But back to the Tarot. I have three sets: a no-frills Rider-Waite deck I bought in middle school, The Victorian Fairy Tarot, and The Green Witch Tarot. I like a lot of lush imagery that creates a storybook world when looking at decks. I’ve had the Green Witch deck longer and used it more than the Victorian Fairy deck, and I’ve found the Green Witch deck to be accurate more than half the time.

Twenty-some years ago, I had a past life reading by a friend of a friend. I had never had a professional Tarot reading until last night.

Professional readings seem expensive until you’ve had one and understand how much time the reader spends interpreting each card. Almost all professional Tarot readers offer choices of spreads. You can choose a three card spread, a Celtic Cross spread, or one of many others depending on the reader. The more cards in your chosen spread, the more expensive the reading.

Last night, I was lucky enough to see that Sister Spell Binder on Twitter was offering $4 one card readings. I saw her tweet that the special offer was open for 30 more minutes. It took me 15 minutes to sign up to her site, but I got my request in and she contacted me via DM shortly after. She’s very nice, and she took enough time that I felt she really sat and gave the card she pulled a lot of thought. The card was in the suit of Pentacles. I immediately felt positive about that because I’m a Capricorn, an earth sign, and Pentacles are the earth suit of the Tarot deck. I found the reading very relevant to my life in multiple areas. I read it aloud to someone who isn’t at all familiar with or “in to” Tarot, and they were surprised at how personal the reading was. Sister Spell Binder sent me a scan of the card along with the reading. I forgot to ask her what deck she used; I’ll do that later today. The art on the card contained a lot of personal symbolism to me. I was more than pleased that I took a chance on the reading. It gave me some hope and motivation. When I can afford a more in-depth reading, I’ll go back to her.

If you’d like a professional Tarot reading but don’t have much money or want to see how you like a reader before you invest in a full reading, try a single card or three card spread, or follow a reader who interests you and see if they offer a special. It’s especially worth it if you’re a beginner at Tarot to get readings from others because that helps you in your study of the cards and preparation for giving your own readings.

Les Vampires

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I have half a dozen decks of Tarot and oracle cards. I’m no expert, and at this point I wouldn’t feel comfortable giving a reading for anyone else. If I had to recommend one, it would be Les Vampires by Jasmine Becket-Griffith (art) and Lucy Cavendish (guidebook.) I just did a reading for myself and it was frighteningly accurate. I brought up underlying issues that weren’t part of my question.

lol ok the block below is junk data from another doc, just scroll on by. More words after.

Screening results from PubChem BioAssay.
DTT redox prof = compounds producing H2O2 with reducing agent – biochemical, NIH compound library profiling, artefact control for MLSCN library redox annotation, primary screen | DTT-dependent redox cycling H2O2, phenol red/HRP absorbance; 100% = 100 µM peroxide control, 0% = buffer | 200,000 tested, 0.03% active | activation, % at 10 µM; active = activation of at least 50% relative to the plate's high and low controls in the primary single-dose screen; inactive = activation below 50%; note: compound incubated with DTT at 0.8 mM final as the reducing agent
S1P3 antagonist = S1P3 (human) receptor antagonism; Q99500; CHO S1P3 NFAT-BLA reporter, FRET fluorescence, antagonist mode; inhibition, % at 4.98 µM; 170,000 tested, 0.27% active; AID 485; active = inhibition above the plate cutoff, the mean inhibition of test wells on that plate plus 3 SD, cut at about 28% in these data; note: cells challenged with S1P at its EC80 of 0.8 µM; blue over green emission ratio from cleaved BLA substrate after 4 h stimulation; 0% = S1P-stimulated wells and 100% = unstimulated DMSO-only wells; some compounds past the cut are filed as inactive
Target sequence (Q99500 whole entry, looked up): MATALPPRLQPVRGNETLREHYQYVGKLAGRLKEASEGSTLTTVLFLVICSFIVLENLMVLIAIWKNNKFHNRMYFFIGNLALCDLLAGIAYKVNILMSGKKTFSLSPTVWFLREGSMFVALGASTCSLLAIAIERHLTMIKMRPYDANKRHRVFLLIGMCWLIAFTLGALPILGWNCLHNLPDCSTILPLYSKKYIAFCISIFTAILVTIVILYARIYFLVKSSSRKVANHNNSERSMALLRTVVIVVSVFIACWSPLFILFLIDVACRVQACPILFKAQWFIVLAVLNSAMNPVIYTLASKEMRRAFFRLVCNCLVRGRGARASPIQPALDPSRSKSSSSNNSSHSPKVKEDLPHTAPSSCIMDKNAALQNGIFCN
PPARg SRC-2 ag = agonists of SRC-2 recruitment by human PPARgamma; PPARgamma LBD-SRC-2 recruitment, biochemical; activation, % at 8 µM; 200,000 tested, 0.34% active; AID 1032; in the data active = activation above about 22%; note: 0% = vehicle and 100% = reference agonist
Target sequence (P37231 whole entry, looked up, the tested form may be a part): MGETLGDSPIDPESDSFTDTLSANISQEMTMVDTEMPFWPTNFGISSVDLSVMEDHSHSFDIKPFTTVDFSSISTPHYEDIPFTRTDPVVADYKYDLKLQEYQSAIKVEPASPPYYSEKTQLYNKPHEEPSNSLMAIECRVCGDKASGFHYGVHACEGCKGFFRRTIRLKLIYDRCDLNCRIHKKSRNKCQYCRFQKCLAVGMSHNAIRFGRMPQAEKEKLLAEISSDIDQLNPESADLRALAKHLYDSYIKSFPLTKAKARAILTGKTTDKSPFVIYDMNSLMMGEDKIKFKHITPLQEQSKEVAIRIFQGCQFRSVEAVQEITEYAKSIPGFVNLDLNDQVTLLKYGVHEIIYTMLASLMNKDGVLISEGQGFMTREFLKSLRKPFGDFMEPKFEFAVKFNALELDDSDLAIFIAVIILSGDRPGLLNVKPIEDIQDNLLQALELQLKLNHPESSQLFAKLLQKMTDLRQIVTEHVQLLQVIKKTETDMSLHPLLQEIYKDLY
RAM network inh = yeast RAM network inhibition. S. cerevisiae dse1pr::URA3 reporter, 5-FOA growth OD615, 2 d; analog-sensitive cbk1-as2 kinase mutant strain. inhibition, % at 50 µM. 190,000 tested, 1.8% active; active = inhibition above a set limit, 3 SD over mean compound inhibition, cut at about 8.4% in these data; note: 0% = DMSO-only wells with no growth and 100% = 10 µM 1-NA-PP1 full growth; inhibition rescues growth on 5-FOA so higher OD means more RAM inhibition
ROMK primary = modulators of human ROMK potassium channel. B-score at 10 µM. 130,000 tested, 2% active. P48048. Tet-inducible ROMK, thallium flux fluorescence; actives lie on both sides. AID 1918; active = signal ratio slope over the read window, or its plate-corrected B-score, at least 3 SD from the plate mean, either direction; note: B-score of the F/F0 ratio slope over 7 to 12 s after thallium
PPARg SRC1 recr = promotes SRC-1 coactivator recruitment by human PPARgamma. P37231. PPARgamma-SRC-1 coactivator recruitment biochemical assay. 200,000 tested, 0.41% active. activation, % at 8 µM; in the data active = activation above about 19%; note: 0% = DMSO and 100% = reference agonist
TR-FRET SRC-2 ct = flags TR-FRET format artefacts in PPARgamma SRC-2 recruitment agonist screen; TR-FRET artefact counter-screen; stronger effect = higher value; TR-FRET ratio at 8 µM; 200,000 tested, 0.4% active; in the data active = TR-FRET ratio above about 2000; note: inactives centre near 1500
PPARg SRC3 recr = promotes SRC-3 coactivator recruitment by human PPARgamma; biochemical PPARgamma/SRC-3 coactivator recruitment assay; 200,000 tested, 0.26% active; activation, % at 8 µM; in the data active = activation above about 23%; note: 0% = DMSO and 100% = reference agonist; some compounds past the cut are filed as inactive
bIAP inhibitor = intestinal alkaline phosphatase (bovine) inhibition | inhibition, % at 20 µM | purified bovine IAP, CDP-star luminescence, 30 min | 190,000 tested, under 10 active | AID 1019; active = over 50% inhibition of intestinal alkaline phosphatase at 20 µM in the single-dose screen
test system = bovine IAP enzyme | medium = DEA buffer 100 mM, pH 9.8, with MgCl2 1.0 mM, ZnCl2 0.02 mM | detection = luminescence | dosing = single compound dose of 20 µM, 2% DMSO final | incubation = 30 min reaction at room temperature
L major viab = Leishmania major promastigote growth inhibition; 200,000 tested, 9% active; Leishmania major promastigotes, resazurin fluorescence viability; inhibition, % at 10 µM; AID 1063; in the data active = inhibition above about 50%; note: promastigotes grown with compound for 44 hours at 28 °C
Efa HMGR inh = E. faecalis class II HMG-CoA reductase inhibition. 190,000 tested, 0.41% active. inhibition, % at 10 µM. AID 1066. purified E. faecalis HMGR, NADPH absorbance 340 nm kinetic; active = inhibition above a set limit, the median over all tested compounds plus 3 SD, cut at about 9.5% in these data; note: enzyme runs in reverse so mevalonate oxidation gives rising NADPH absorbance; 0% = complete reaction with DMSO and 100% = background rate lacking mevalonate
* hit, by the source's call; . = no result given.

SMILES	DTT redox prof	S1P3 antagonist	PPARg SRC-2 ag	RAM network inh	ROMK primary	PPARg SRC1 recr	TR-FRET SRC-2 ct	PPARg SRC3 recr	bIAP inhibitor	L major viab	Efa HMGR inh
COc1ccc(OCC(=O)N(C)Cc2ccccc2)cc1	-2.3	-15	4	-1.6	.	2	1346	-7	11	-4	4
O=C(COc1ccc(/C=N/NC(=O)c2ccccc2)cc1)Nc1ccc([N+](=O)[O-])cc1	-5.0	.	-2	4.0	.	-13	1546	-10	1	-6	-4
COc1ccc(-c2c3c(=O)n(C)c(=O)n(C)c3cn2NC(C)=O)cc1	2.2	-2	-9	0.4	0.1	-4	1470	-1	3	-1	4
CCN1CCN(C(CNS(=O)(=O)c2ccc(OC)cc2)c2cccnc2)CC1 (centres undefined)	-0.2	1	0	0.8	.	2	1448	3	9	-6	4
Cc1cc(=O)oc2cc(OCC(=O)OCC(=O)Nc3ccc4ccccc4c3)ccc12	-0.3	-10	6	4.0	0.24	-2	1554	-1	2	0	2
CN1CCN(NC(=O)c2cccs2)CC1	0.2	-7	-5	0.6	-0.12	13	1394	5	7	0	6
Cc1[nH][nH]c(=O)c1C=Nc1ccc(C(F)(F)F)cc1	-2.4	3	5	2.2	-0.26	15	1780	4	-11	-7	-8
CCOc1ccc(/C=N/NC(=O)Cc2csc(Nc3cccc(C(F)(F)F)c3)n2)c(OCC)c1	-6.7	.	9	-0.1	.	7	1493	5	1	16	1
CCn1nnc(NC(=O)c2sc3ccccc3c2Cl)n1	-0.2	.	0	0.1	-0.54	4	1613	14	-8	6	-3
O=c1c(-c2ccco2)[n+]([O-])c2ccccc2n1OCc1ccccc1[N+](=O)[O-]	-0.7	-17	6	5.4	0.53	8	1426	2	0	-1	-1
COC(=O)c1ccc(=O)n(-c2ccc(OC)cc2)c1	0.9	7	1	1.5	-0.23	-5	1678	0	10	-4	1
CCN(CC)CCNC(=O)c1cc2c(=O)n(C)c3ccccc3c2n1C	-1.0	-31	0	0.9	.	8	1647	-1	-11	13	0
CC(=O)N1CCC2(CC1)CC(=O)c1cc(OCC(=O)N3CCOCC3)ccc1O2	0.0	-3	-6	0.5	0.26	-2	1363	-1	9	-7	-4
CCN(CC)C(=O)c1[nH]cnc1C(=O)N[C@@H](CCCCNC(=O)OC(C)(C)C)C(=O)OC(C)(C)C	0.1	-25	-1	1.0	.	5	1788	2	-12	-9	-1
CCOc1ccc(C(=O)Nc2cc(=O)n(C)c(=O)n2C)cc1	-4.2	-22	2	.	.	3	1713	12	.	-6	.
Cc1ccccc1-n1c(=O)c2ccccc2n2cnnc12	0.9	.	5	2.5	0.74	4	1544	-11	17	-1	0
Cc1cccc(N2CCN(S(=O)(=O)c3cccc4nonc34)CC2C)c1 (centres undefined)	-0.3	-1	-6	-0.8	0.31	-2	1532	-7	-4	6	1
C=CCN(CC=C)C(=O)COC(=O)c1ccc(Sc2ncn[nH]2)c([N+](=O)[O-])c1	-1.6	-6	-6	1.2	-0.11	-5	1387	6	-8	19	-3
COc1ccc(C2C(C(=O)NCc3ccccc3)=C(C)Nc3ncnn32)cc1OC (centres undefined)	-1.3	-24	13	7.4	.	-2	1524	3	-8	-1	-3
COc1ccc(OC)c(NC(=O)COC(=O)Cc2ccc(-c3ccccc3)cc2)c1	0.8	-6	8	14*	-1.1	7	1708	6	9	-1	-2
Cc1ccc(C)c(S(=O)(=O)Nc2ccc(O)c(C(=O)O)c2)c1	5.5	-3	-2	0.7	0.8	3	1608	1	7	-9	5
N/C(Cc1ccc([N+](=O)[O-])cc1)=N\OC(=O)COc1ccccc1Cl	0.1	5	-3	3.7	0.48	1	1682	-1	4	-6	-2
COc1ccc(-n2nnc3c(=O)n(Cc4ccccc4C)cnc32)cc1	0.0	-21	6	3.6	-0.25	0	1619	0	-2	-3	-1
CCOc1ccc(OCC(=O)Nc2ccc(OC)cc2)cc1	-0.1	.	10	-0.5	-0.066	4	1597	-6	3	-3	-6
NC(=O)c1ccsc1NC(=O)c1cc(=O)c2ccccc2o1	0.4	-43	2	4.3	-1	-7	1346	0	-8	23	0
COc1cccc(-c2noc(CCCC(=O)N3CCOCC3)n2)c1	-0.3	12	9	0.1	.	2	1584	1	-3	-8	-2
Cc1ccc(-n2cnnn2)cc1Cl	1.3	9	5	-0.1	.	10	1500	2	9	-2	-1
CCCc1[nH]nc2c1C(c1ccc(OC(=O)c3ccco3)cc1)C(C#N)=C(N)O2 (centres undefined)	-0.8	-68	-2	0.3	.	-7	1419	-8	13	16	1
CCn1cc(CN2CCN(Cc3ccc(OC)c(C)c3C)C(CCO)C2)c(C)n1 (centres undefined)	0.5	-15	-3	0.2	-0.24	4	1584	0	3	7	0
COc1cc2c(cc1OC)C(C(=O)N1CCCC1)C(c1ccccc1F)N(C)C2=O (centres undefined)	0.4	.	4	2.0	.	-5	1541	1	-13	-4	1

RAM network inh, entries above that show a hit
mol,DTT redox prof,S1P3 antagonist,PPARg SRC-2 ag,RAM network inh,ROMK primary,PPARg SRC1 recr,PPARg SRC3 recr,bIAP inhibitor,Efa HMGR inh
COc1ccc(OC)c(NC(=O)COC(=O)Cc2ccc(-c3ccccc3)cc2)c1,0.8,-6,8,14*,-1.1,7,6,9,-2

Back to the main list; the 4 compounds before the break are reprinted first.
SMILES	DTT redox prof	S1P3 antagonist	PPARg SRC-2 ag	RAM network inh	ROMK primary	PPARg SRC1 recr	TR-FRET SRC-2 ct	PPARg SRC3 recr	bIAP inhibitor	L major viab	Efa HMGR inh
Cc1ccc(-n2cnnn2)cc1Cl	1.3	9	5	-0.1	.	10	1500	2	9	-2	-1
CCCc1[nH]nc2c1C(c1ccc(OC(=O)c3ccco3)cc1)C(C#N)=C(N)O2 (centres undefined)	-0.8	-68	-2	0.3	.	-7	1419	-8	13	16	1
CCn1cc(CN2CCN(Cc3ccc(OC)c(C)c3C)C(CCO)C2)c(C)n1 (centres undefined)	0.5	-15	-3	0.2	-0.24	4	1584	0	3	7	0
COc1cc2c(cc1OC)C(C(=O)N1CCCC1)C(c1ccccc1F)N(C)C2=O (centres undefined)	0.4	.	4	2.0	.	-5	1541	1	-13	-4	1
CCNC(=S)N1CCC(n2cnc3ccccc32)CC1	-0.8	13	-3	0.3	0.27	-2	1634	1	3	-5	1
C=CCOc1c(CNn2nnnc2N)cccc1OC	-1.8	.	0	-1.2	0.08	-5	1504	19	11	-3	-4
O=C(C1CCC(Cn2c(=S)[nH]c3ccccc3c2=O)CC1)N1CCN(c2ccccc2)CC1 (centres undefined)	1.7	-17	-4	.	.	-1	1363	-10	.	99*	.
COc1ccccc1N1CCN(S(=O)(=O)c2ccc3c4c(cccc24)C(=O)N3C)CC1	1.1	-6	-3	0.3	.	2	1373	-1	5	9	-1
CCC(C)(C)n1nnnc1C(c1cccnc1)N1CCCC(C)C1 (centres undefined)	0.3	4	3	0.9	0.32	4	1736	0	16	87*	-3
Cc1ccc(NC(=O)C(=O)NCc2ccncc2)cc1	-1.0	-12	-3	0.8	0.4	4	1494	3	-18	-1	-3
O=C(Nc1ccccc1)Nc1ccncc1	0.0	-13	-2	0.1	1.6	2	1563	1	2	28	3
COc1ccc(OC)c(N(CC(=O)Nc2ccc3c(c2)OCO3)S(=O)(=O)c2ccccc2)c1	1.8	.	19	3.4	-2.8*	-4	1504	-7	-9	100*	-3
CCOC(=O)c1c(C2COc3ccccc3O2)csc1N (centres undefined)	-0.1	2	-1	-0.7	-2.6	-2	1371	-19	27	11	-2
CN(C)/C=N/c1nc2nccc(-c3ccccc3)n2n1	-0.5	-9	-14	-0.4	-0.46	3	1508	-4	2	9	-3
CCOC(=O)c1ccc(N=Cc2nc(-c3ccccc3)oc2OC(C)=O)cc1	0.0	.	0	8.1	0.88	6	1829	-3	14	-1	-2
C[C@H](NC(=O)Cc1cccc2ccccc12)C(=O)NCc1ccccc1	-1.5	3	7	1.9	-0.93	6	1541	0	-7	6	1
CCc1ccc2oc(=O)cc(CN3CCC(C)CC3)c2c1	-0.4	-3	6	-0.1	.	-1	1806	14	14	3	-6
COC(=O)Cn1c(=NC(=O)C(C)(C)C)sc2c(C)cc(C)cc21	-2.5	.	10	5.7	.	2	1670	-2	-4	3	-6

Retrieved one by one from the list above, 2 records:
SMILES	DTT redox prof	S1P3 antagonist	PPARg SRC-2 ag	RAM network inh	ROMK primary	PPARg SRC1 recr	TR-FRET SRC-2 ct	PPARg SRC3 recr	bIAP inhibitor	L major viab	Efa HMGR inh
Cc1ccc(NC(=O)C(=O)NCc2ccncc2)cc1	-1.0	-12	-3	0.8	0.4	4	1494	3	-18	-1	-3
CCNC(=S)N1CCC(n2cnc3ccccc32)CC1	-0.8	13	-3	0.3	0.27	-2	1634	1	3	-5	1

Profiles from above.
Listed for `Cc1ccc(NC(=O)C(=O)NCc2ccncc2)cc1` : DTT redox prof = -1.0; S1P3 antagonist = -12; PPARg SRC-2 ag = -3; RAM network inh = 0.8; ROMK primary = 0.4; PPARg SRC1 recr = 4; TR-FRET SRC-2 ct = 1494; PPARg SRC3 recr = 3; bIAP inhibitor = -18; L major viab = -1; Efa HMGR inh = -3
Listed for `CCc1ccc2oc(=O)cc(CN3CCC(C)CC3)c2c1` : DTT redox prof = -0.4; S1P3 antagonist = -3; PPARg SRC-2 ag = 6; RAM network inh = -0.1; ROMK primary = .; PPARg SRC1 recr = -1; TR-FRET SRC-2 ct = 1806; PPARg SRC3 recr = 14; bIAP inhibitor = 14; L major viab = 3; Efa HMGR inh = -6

Treat your cards with respect. Keep them in a neat place. Use a special cloth to cover the surface where you will lay out the cards. It doesn’t have to be expensive or occult-themed. I use a navy blue nightstand cover that I bought at a chain store. You could use a piece of fabric that’s important to you, like an old quilt, or you could buy a small table cloth. Some spreads take up a lot of room.

You can light a candle if you like when you’re reading your cards. You should turn off the electronics so you won’t be distracted. And you should keep a journal, recording the dates of your readings, the decks, spreads, cards, and note if a card was reversed. Reread the guidebook interpretations over the next few days. Study the cards. There are hidden meanings in the interpretations and the art. If one card in particular speaks to you, set it up somewhere that you can see it every day, and leave it until you do your next reading.

Upsy-Downsy

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I finally got around to trying a Past-Present-Future reading with my Vintage Wisdom Oracle. I think that the cards were unnervingly accurate in regards to the question I posed. I got basically the answer that I expected. I keep getting it with other decks, with slight variations.

I have a small cloth that I use for all my readings. I rarely do the big spreads. The friend who awakened my interest in Tarot and oracle cards told me that she doesn’t read reversed cards. At first I was shocked. Since I bought my first deck of Tarot cards, I’ve read the reversed meanings of the cards. It seemed wrong, somehow dishonest, not to acknowledge those cards that turn up upside-down. This deck’s guidebook, like the guidebooks for my other decks, mention reading reversed cards but state that it isn’t necessary, that they can be read as right side up. This is still confusing to me, because reversed cards can indicate a blockage in the subject’s life that needs to be addressed. I’m not sure about my Tarot cards, whether they specifically mention choosing to interpret reversed cards. I honestly have been in such a state of anxiety/panic/depression that I’ve hardly touched any of my cards for months.

That’s going to change. I’m at least going to draw a card every day. Then I’m going to work up to the more intricate spreads. And I’m not reading reversed cards.

The Past/Present/Future spread for today ended with a reversed card. The meaning of the card really doesn’t change reversed or upright. The reversal indicates difficulties/longer time in reaching the desired outcome. These delays and problems can be considered while reading the card upright.

To me, it’s a psychological block to encounter a reversed card, particularly as the outcome card in a spread. I get a sense of dread that keeps me from considering the spread as a whole. I focus on that one “wrong” card.

Until I learn much more about Tarot and about my oracle decks, until I’ve been studying card-reading for some years, I think that I would be better off thinking of a reversed card as a card with more in-depth information for me than the rest of the cards in the spread. Maybe focusing on that card and studying it will help me discover the answer to my question.